Lecture4-1

Lecture4-1 - BUAD 310 Applied Business Statistics Quiz 1...

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BUAD 310 Applied Business Statistics Quiz 1 Review 2/1/10
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Data Consists of values of some variables measured or observed for some individuals . E.g., the data set from the class survey (14 variables for the students in our class). Variable is a characteristic of an individual. Qualitative or Categorical : places an individual into one of several groups or categories (finitely many possible) Quantitative : measurements represent quantities, e.g. “how many” (infinitely many possible) 2
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Scales of Measurement Ratio variable Quantitative scale (almost all) Ratios meaningful, inherently defined zero ( e.g., salary, weight, distance ) Interval variable Quantitative scale (very few) Ratios not meaningful, no inherently defined zero ( e.g., temperature ) Ordinal variable Qualitative (Categorical) scale Meaningful ordering or ranking of categories ( e.g., class ) Nominative variable Qualitative (Categorical) scale No meaningful ordering or ranking of categories ( e.g., gender, color ) 3
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Distribution of a Variable Describes what possible values the variable takes and how frequently it takes those values. We describe the overall pattern of a distribution by its shape, center, and spread. There are many ways to describe and display distributions. Graphs Word descriptions Numerical measures 4
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Qualitative (Categorical) Variables The values of a categorical variable are the labels for the categories. The distribution of a categorical variable is described by either the count or the percent of individuals who fall in each category. E.g., data on young American adults from the 1999 Current Population Survey 5 Education Count (millions) Percent Less than high school 4.7 12.3 High school graduate 11.8 30.7 Some college 10.9 28.3 Bachelor’s degree 8.5 22.1 Advanced degree 2.5 6.6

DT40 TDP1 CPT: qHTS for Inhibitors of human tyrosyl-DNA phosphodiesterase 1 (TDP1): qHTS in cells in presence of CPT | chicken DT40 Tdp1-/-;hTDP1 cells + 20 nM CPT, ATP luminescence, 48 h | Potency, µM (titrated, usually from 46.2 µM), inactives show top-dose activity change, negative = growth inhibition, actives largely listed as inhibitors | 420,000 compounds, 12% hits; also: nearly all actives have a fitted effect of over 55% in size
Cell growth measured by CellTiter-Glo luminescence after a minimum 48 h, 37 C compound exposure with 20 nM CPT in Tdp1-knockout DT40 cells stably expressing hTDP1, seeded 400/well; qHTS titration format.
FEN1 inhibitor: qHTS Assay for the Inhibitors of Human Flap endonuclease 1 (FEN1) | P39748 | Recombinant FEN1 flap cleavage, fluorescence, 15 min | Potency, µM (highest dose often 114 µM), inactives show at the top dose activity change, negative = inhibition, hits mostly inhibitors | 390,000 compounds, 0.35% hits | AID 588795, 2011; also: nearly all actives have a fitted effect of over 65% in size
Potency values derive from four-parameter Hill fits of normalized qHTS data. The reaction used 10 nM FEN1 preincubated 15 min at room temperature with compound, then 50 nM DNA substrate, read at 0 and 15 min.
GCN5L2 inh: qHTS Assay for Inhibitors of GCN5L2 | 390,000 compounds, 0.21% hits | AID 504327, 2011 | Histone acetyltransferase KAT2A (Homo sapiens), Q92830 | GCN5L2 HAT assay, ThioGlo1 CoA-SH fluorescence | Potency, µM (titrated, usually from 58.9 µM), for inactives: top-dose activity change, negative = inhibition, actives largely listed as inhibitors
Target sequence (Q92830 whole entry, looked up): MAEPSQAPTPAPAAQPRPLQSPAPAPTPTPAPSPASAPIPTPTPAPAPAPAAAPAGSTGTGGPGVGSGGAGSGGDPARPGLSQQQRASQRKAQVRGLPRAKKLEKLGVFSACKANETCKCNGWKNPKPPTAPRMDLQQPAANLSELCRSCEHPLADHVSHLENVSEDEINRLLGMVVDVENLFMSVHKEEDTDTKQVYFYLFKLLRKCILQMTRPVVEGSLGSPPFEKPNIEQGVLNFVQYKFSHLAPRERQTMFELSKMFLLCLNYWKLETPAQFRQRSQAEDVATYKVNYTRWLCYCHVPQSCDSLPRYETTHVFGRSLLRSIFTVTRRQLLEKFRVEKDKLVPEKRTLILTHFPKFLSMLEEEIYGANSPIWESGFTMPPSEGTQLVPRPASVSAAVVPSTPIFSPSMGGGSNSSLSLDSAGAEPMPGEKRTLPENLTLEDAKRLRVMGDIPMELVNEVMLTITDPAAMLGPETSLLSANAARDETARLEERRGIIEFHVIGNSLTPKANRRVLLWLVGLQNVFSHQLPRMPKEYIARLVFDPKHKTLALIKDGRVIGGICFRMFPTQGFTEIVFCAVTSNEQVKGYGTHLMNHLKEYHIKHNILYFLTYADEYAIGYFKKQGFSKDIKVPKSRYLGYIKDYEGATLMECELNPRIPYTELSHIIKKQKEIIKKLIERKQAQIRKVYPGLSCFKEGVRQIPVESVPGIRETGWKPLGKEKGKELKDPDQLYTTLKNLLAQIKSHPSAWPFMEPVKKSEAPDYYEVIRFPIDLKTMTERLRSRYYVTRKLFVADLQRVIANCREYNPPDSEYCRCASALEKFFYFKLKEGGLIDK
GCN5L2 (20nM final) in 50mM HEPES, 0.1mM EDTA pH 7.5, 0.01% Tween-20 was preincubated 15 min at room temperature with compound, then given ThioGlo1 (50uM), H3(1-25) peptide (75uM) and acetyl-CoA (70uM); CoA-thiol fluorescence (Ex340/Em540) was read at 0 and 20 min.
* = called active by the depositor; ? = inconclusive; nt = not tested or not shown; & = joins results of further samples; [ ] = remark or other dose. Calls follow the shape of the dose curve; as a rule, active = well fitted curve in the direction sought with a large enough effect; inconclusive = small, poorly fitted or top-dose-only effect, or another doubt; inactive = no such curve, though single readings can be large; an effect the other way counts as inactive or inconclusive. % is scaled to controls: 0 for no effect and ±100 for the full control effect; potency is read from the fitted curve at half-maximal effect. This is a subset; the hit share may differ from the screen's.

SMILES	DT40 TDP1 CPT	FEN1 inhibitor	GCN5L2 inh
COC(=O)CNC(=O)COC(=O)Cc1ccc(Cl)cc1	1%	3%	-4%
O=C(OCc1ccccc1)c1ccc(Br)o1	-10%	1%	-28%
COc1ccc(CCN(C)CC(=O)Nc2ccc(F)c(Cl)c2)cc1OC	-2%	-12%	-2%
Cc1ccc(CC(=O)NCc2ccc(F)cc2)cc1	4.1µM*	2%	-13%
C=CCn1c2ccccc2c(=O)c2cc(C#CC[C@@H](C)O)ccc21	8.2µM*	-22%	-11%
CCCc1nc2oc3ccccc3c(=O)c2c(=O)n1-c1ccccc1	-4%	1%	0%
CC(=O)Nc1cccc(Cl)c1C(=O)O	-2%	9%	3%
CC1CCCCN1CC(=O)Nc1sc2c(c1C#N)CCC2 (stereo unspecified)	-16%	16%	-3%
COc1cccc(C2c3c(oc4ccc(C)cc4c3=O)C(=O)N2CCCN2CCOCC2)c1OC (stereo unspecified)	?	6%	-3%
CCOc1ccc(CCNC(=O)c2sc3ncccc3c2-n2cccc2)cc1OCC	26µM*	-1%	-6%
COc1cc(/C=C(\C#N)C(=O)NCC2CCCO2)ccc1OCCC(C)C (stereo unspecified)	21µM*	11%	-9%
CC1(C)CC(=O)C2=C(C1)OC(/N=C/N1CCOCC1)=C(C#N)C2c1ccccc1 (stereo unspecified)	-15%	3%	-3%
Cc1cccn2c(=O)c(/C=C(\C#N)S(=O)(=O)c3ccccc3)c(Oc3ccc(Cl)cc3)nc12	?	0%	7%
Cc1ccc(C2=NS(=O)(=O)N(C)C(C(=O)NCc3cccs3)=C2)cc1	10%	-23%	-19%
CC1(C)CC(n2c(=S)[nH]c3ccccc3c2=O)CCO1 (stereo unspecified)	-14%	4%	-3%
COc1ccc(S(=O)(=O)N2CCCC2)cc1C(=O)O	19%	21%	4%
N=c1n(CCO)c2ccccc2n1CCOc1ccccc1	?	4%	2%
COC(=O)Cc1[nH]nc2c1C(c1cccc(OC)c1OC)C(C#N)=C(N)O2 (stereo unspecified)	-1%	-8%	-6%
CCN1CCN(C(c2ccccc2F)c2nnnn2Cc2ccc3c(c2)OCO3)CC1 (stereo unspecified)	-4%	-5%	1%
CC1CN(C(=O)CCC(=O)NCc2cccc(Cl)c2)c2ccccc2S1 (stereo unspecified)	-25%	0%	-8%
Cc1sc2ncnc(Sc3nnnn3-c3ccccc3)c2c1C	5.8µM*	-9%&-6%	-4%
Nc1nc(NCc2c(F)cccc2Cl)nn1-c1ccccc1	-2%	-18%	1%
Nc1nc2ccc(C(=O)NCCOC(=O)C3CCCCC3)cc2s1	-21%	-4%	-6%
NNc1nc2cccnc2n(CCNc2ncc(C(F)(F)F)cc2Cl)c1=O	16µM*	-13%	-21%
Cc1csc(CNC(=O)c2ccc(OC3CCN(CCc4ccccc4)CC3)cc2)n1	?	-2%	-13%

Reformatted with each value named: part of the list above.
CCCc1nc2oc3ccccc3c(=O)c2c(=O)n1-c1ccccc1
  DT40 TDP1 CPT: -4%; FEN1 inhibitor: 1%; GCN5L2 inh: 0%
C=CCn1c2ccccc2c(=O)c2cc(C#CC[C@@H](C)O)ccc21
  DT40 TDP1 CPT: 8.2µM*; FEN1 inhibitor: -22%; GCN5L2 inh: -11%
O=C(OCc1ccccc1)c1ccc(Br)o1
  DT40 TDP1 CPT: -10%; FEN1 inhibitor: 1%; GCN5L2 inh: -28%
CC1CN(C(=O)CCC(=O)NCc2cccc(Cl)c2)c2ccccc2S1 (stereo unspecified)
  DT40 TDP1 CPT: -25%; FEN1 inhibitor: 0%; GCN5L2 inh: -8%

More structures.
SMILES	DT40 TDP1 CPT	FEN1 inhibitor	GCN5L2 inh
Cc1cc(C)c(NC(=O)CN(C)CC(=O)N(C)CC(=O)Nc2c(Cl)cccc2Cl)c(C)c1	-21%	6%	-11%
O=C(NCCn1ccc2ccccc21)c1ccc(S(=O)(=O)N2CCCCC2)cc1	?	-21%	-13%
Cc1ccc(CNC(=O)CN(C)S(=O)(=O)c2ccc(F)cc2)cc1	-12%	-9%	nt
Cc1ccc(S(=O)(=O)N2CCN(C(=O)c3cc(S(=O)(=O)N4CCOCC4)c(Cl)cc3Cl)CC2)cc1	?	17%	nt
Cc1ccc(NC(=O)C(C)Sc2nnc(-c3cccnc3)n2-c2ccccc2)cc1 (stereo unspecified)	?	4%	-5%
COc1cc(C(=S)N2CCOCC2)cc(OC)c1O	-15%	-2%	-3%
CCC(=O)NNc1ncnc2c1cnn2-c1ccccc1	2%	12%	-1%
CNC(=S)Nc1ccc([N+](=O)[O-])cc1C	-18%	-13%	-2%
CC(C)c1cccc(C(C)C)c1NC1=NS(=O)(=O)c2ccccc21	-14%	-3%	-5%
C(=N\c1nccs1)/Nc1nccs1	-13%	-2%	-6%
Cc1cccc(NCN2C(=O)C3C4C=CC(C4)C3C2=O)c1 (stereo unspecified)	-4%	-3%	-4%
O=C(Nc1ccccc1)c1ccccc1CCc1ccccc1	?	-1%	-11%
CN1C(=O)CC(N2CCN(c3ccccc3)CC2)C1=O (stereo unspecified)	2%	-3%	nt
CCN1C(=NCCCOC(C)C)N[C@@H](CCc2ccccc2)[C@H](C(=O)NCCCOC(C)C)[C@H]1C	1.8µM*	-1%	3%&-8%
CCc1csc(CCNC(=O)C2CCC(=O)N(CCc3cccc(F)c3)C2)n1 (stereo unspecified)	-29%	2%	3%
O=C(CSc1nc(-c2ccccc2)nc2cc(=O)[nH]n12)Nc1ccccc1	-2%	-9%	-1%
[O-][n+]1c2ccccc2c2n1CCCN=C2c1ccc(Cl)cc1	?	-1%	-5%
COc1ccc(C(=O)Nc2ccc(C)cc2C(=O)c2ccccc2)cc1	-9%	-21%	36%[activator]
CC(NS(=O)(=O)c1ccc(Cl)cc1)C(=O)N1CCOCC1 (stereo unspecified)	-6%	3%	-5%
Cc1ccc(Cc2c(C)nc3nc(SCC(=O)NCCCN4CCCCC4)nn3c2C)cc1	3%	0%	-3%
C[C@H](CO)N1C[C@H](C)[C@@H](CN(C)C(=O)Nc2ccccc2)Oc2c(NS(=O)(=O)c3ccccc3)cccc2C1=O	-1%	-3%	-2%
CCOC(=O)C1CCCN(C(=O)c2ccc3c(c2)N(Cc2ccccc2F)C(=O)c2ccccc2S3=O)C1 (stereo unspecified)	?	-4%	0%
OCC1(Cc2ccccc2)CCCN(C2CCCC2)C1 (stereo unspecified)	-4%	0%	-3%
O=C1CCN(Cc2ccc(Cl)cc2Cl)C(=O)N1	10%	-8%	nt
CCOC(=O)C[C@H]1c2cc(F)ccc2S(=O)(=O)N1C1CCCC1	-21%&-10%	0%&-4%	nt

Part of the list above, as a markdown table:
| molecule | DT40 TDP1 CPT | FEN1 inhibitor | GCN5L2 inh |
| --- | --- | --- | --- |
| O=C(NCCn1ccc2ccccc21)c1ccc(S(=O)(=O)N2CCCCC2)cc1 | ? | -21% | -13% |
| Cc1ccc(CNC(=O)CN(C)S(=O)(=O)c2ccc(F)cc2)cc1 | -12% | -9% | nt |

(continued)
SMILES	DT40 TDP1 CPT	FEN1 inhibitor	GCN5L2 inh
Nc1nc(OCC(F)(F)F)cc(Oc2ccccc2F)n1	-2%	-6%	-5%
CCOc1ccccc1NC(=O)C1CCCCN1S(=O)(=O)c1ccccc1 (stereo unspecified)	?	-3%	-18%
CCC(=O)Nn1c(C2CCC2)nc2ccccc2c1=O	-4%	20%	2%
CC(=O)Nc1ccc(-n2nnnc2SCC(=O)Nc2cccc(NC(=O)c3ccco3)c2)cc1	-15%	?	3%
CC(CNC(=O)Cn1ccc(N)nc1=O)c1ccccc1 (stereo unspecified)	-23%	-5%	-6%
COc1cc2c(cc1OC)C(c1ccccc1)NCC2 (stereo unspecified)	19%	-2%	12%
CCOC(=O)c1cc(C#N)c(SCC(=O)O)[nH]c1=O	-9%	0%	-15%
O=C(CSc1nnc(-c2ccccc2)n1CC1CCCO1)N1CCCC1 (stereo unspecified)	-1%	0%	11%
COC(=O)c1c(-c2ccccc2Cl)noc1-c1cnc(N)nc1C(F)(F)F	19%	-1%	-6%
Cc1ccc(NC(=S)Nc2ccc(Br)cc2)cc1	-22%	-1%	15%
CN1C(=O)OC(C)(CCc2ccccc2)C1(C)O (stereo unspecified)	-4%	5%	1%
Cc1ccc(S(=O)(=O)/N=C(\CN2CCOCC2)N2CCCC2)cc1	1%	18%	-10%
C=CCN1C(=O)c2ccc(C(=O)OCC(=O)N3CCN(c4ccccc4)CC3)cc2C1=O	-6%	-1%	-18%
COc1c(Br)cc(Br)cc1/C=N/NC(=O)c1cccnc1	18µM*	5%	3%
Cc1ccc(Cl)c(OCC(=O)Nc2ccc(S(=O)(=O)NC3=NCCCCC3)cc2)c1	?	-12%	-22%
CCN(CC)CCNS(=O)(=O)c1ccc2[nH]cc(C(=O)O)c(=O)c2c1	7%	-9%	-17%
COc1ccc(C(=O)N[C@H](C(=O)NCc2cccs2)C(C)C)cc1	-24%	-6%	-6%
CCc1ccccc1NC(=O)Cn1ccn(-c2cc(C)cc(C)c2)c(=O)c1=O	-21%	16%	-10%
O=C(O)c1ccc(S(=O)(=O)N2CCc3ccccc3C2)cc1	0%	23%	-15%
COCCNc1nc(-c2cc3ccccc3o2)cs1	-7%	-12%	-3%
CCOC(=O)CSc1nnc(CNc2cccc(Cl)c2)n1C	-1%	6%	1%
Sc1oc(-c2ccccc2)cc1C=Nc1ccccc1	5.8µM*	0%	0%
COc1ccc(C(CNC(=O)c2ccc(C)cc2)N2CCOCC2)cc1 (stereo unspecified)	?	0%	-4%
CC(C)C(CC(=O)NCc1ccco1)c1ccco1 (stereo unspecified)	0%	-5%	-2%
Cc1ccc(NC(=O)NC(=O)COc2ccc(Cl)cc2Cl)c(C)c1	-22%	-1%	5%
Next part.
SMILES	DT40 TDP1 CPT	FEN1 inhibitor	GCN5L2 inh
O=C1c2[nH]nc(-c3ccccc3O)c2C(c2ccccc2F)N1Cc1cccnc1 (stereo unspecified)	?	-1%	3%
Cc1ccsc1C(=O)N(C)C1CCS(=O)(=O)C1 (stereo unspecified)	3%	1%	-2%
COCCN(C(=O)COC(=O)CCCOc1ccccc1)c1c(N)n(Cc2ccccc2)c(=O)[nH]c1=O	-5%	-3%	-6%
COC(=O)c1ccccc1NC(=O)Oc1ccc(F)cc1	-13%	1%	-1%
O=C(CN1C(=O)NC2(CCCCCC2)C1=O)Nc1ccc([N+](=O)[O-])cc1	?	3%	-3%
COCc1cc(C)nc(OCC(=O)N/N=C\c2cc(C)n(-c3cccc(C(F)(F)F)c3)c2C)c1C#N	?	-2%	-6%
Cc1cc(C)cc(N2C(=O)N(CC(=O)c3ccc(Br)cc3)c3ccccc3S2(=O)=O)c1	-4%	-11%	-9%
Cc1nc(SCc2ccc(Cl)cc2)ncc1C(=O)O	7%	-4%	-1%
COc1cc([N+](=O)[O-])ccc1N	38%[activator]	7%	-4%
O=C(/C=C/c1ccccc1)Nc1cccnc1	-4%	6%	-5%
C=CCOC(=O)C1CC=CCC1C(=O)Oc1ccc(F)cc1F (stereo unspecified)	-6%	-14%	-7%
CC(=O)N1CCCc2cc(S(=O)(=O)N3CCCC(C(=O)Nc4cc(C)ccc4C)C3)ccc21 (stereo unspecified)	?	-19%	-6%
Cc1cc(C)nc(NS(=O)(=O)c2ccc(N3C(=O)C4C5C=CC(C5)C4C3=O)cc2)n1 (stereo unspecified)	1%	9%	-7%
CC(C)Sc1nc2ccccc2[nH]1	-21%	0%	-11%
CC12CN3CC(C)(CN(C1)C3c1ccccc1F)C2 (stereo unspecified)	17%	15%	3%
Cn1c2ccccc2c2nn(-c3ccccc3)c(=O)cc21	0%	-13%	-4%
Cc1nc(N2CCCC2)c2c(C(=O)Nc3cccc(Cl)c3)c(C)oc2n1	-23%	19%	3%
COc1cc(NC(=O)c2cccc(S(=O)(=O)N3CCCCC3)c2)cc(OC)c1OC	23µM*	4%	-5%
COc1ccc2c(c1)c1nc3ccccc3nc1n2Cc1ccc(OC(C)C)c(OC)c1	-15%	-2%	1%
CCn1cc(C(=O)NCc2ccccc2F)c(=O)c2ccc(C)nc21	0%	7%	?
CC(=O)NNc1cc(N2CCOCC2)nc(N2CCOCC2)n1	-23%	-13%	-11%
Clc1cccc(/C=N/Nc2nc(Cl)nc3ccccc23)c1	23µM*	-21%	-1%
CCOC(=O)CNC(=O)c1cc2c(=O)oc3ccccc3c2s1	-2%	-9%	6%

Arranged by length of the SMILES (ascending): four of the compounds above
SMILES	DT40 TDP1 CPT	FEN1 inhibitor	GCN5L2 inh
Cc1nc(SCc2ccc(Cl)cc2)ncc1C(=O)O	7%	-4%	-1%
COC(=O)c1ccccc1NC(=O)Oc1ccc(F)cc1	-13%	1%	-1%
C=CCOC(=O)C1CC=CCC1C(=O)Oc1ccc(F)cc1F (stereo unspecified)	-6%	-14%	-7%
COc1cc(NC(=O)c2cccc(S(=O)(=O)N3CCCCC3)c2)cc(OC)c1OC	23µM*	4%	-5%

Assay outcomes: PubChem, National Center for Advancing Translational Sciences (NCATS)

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Graphs for Categorical Variables Bar chart: the height of each bar is proportional to the count (or percent) in each category. 6
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Graphs for Categorical Variables The proportion (as percent) of all cars sold in the United States by different manufacturers, 1970 versus 1997 7
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Graphs for Categorical Variables Pie chart: the area of each piece is proportional to the percent of individuals in each category 8
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Graphs for Categorical Variables The proportion (as percent) of all cars sold in the United States by different manufacturers, 1970 versus 1997 9
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Histogram for Quantitative Variables 10 Histogram To make a histogram: Divide the range of the data set into equal intervals For each interval draw a bar with the base covering the interval and the height proportional to the count of observations that fall into the interval.
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Words that describe distributions Unimodal: has one major peak Bimodal: has two major peaks Symmetric: there is a symmetry with respect to the middle point Skewed to the right: when the right tail (larger values) is much longer than the left tail (smaller values) Skewed to the left: when the left tail (smaller values) is much longer than the right tail (larger values) 11
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Symmetric, Unimodal, Bimodal 12 Symmetric, unimodal Bimodal
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S k ewness 13 Skewed to the left Skewed to the right
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This note was uploaded on 09/05/2010 for the course BUAD 310 taught by Professor Lv during the Spring '07 term at USC.

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Lecture4-1 - BUAD 310 Applied Business Statistics Quiz 1...

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